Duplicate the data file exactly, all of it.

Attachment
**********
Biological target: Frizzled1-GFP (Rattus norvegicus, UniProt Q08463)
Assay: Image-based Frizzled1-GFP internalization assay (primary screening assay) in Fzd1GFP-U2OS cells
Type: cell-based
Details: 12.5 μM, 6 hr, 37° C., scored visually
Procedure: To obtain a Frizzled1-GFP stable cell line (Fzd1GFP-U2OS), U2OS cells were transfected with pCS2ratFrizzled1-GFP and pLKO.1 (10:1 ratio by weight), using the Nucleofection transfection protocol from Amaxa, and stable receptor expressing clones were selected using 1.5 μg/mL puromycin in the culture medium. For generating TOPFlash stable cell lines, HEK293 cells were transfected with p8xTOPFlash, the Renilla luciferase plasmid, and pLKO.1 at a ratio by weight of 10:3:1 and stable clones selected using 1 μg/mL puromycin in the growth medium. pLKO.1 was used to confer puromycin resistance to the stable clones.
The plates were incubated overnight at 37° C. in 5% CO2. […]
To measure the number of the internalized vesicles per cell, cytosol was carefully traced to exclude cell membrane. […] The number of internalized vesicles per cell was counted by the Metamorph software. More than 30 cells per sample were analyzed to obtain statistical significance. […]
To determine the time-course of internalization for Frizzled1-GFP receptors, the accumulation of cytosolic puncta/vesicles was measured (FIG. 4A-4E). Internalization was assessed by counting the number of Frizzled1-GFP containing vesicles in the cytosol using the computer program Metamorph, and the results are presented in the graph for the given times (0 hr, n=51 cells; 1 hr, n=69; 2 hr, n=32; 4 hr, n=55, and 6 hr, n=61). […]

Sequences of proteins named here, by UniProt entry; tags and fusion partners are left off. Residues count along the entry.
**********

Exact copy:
Biological target: Frizzled1-GFP (Rattus norvegicus, UniProt Q08463)
Assay: Image-based Frizzled1-GFP internalization assay (primary screening assay) in Fzd1GFP-U2OS cells
Type: cell-based
Details: 12.5 μM, 6 hr, 37° C., scored visually
Procedure: To obtain a Frizzled1-GFP stable cell line (Fzd1GFP-U2OS), U2OS cells were transfected with pCS2ratFrizzled1-GFP and pLKO.1 (10:1 ratio by weight), using the Nucleofection transfection protocol from Amaxa, and stable receptor expressing clones were selected using 1.5 μg/mL puromycin in the culture medium. For generating TOPFlash stable cell lines, HEK293 cells were transfected with p8xTOPFlash, the Renilla luciferase plasmid, and pLKO.1 at a ratio by weight of 10:3:1 and stable clones selected using 1 μg/mL puromycin in the growth medium. pLKO.1 was used to confer puromycin resistance to the stable clones.
The plates were incubated overnight at 37° C. in 5% CO2. […]
To measure the number of the internalized vesicles per cell, cytosol was carefully traced to exclude cell membrane. […] The number of internalized vesicles per cell was counted by the Metamorph software. More than 30 cells per sample were analyzed to obtain statistical significance. […]
To determine the time-course of internalization for Frizzled1-GFP receptors, the accumulation of cytosolic puncta/vesicles was measured (FIG. 4A-4E). Internalization was assessed by counting the number of Frizzled1-GFP containing vesicles in the cytosol using the computer program Metamorph, and the results are presented in the graph for the given times (0 hr, n=51 cells; 1 hr, n=69; 2 hr, n=32; 4 hr, n=55, and 6 hr, n=61). […]

Sequences of proteins named here, by UniProt entry; tags and fusion partners are left off. Residues count along the entry.